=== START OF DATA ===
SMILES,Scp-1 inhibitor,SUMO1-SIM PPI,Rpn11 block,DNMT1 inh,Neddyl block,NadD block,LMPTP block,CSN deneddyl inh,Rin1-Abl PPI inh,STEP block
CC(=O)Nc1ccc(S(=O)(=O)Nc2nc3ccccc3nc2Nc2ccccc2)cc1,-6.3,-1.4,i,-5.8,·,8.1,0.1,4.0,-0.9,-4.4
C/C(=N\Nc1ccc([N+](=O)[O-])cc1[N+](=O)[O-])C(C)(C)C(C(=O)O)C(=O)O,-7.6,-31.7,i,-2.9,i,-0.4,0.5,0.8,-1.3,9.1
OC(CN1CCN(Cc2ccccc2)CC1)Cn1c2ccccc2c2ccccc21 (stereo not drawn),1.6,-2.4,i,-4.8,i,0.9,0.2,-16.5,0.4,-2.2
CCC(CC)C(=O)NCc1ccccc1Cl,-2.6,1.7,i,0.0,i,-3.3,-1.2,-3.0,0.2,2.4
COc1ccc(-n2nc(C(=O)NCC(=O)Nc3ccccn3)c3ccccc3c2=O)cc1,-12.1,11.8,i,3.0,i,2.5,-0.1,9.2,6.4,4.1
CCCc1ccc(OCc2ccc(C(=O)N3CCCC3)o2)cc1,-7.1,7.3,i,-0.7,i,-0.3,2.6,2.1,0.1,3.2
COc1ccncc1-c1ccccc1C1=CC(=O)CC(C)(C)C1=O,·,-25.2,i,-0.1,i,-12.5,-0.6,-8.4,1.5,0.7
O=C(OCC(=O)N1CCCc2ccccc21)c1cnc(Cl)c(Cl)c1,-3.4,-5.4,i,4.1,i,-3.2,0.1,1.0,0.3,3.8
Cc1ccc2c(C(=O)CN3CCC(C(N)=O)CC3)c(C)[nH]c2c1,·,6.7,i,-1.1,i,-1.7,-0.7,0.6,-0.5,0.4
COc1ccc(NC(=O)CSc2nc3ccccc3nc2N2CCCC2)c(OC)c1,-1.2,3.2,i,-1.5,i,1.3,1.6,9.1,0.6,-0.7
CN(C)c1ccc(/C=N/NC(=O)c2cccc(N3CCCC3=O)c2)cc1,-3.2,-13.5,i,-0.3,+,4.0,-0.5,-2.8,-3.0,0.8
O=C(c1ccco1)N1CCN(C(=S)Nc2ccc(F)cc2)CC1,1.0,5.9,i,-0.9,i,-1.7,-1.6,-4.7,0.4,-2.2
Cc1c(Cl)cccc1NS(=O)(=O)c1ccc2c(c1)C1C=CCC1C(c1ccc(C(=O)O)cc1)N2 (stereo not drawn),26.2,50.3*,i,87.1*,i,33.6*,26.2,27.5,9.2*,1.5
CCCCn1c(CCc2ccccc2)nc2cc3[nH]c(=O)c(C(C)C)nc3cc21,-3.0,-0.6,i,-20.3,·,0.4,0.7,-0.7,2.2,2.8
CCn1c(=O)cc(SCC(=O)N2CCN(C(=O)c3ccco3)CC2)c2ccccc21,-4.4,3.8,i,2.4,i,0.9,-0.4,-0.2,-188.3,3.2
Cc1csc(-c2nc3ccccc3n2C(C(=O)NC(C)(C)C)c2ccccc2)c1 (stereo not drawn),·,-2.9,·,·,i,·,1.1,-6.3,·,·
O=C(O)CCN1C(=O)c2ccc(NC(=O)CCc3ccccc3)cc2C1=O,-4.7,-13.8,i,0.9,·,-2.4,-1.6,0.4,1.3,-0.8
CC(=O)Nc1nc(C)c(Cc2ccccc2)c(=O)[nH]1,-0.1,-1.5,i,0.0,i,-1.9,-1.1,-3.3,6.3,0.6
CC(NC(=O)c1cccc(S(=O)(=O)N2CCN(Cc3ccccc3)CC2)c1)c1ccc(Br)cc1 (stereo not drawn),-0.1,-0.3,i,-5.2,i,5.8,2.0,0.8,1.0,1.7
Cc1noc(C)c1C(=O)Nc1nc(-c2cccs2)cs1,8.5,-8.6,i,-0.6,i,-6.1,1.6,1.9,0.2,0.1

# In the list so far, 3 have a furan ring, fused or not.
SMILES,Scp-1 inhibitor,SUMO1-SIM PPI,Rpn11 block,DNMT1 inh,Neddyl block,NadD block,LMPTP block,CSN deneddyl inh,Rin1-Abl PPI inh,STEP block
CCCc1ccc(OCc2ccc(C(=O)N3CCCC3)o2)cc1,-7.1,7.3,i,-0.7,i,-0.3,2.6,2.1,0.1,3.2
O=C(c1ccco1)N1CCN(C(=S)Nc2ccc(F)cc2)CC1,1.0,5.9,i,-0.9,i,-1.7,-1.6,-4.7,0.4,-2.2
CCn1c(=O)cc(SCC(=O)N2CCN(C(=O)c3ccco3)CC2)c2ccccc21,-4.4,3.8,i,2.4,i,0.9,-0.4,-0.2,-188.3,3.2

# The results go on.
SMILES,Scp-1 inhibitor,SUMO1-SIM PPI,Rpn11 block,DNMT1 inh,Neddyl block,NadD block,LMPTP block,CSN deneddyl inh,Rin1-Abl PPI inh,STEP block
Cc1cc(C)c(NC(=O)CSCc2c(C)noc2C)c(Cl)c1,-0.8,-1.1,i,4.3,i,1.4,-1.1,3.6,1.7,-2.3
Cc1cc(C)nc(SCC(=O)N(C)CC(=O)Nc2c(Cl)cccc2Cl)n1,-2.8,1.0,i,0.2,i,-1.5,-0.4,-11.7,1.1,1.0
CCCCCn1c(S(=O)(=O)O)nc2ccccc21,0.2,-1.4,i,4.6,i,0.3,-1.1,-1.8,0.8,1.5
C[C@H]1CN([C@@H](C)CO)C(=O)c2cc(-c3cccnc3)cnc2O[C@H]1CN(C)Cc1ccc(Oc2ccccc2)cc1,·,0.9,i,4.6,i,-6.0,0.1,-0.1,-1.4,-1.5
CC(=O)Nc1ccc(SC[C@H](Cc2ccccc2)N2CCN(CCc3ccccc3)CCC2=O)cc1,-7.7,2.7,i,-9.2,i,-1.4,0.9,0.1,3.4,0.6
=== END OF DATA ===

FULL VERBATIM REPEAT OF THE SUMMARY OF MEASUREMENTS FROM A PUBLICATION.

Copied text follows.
SMILES,Scp-1 inhibitor,SUMO1-SIM PPI,Rpn11 block,DNMT1 inh,Neddyl block,NadD block,LMPTP block,CSN deneddyl inh,Rin1-Abl PPI inh,STEP block
CC(=O)Nc1ccc(S(=O)(=O)Nc2nc3ccccc3nc2Nc2ccccc2)cc1,-6.3,-1.4,i,-5.8,·,8.1,0.1,4.0,-0.9,-4.4
C/C(=N\Nc1ccc([N+](=O)[O-])cc1[N+](=O)[O-])C(C)(C)C(C(=O)O)C(=O)O,-7.6,-31.7,i,-2.9,i,-0.4,0.5,0.8,-1.3,9.1
OC(CN1CCN(Cc2ccccc2)CC1)Cn1c2ccccc2c2ccccc21 (stereo not drawn),1.6,-2.4,i,-4.8,i,0.9,0.2,-16.5,0.4,-2.2
CCC(CC)C(=O)NCc1ccccc1Cl,-2.6,1.7,i,0.0,i,-3.3,-1.2,-3.0,0.2,2.4
COc1ccc(-n2nc(C(=O)NCC(=O)Nc3ccccn3)c3ccccc3c2=O)cc1,-12.1,11.8,i,3.0,i,2.5,-0.1,9.2,6.4,4.1
CCCc1ccc(OCc2ccc(C(=O)N3CCCC3)o2)cc1,-7.1,7.3,i,-0.7,i,-0.3,2.6,2.1,0.1,3.2
COc1ccncc1-c1ccccc1C1=CC(=O)CC(C)(C)C1=O,·,-25.2,i,-0.1,i,-12.5,-0.6,-8.4,1.5,0.7
O=C(OCC(=O)N1CCCc2ccccc21)c1cnc(Cl)c(Cl)c1,-3.4,-5.4,i,4.1,i,-3.2,0.1,1.0,0.3,3.8
Cc1ccc2c(C(=O)CN3CCC(C(N)=O)CC3)c(C)[nH]c2c1,·,6.7,i,-1.1,i,-1.7,-0.7,0.6,-0.5,0.4
COc1ccc(NC(=O)CSc2nc3ccccc3nc2N2CCCC2)c(OC)c1,-1.2,3.2,i,-1.5,i,1.3,1.6,9.1,0.6,-0.7
CN(C)c1ccc(/C=N/NC(=O)c2cccc(N3CCCC3=O)c2)cc1,-3.2,-13.5,i,-0.3,+,4.0,-0.5,-2.8,-3.0,0.8
O=C(c1ccco1)N1CCN(C(=S)Nc2ccc(F)cc2)CC1,1.0,5.9,i,-0.9,i,-1.7,-1.6,-4.7,0.4,-2.2
Cc1c(Cl)cccc1NS(=O)(=O)c1ccc2c(c1)C1C=CCC1C(c1ccc(C(=O)O)cc1)N2 (stereo not drawn),26.2,50.3*,i,87.1*,i,33.6*,26.2,27.5,9.2*,1.5
CCCCn1c(CCc2ccccc2)nc2cc3[nH]c(=O)c(C(C)C)nc3cc21,-3.0,-0.6,i,-20.3,·,0.4,0.7,-0.7,2.2,2.8
CCn1c(=O)cc(SCC(=O)N2CCN(C(=O)c3ccco3)CC2)c2ccccc21,-4.4,3.8,i,2.4,i,0.9,-0.4,-0.2,-188.3,3.2
Cc1csc(-c2nc3ccccc3n2C(C(=O)NC(C)(C)C)c2ccccc2)c1 (stereo not drawn),·,-2.9,·,·,i,·,1.1,-6.3,·,·
O=C(O)CCN1C(=O)c2ccc(NC(=O)CCc3ccccc3)cc2C1=O,-4.7,-13.8,i,0.9,·,-2.4,-1.6,0.4,1.3,-0.8
CC(=O)Nc1nc(C)c(Cc2ccccc2)c(=O)[nH]1,-0.1,-1.5,i,0.0,i,-1.9,-1.1,-3.3,6.3,0.6
CC(NC(=O)c1cccc(S(=O)(=O)N2CCN(Cc3ccccc3)CC2)c1)c1ccc(Br)cc1 (stereo not drawn),-0.1,-0.3,i,-5.2,i,5.8,2.0,0.8,1.0,1.7
Cc1noc(C)c1C(=O)Nc1nc(-c2cccs2)cs1,8.5,-8.6,i,-0.6,i,-6.1,1.6,1.9,0.2,0.1

# In the list so far, 3 have a furan ring, fused or not.
SMILES,Scp-1 inhibitor,SUMO1-SIM PPI,Rpn11 block,DNMT1 inh,Neddyl block,NadD block,LMPTP block,CSN deneddyl inh,Rin1-Abl PPI inh,STEP block
CCCc1ccc(OCc2ccc(C(=O)N3CCCC3)o2)cc1,-7.1,7.3,i,-0.7,i,-0.3,2.6,2.1,0.1,3.2
O=C(c1ccco1)N1CCN(C(=S)Nc2ccc(F)cc2)CC1,1.0,5.9,i,-0.9,i,-1.7,-1.6,-4.7,0.4,-2.2
CCn1c(=O)cc(SCC(=O)N2CCN(C(=O)c3ccco3)CC2)c2ccccc21,-4.4,3.8,i,2.4,i,0.9,-0.4,-0.2,-188.3,3.2

# The results go on.
SMILES,Scp-1 inhibitor,SUMO1-SIM PPI,Rpn11 block,DNMT1 inh,Neddyl block,NadD block,LMPTP block,CSN deneddyl inh,Rin1-Abl PPI inh,STEP block
Cc1cc(C)c(NC(=O)CSCc2c(C)noc2C)c(Cl)c1,-0.8,-1.1,i,4.3,i,1.4,-1.1,3.6,1.7,-2.3
Cc1cc(C)nc(SCC(=O)N(C)CC(=O)Nc2c(Cl)cccc2Cl)n1,-2.8,1.0,i,0.2,i,-1.5,-0.4,-11.7,1.1,1.0
CCCCCn1c(S(=O)(=O)O)nc2ccccc21,0.2,-1.4,i,4.6,i,0.3,-1.1,-1.8,0.8,1.5
C[C@H]1CN([C@@H](C)CO)C(=O)c2cc(-c3cccnc3)cnc2O[C@H]1CN(C)Cc1ccc(Oc2ccccc2)cc1,·,0.9,i,4.6,i,-6.0,0.1,-0.1,-1.4,-1.5
CC(=O)Nc1ccc(SC[C@H](Cc2ccccc2)N2CCN(CCc3ccccc3)CCC2=O)cc1,-7.7,2.7,i,-9.2,i,-1.4,0.9,0.1,3.4,0.6